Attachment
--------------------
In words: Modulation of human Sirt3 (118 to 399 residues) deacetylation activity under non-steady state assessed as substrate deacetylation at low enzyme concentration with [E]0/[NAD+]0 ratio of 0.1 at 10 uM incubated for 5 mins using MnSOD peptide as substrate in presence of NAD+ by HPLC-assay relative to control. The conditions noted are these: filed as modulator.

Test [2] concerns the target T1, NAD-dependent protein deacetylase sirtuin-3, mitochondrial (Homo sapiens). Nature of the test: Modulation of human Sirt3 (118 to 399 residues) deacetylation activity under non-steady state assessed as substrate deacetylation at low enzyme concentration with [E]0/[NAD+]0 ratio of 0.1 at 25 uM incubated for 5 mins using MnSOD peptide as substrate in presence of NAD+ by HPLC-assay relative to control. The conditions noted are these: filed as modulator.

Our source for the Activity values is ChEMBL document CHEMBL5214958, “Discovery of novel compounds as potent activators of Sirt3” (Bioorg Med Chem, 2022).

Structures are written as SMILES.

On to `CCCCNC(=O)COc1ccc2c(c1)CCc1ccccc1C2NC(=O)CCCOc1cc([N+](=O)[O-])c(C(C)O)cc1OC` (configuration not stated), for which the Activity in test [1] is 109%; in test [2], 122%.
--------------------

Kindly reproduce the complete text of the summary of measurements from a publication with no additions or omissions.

In words: Modulation of human Sirt3 (118 to 399 residues) deacetylation activity under non-steady state assessed as substrate deacetylation at low enzyme concentration with [E]0/[NAD+]0 ratio of 0.1 at 10 uM incubated for 5 mins using MnSOD peptide as substrate in presence of NAD+ by HPLC-assay relative to control. The conditions noted are these: filed as modulator.

Test [2] concerns the target T1, NAD-dependent protein deacetylase sirtuin-3, mitochondrial (Homo sapiens). Nature of the test: Modulation of human Sirt3 (118 to 399 residues) deacetylation activity under non-steady state assessed as substrate deacetylation at low enzyme concentration with [E]0/[NAD+]0 ratio of 0.1 at 25 uM incubated for 5 mins using MnSOD peptide as substrate in presence of NAD+ by HPLC-assay relative to control. The conditions noted are these: filed as modulator.

Our source for the Activity values is ChEMBL document CHEMBL5214958, “Discovery of novel compounds as potent activators of Sirt3” (Bioorg Med Chem, 2022).

Structures are written as SMILES.

On to `CCCCNC(=O)COc1ccc2c(c1)CCc1ccccc1C2NC(=O)CCCOc1cc([N+](=O)[O-])c(C(C)O)cc1OC` (configuration not stated), for which the Activity in test [1] is 109%; in test [2], 122%.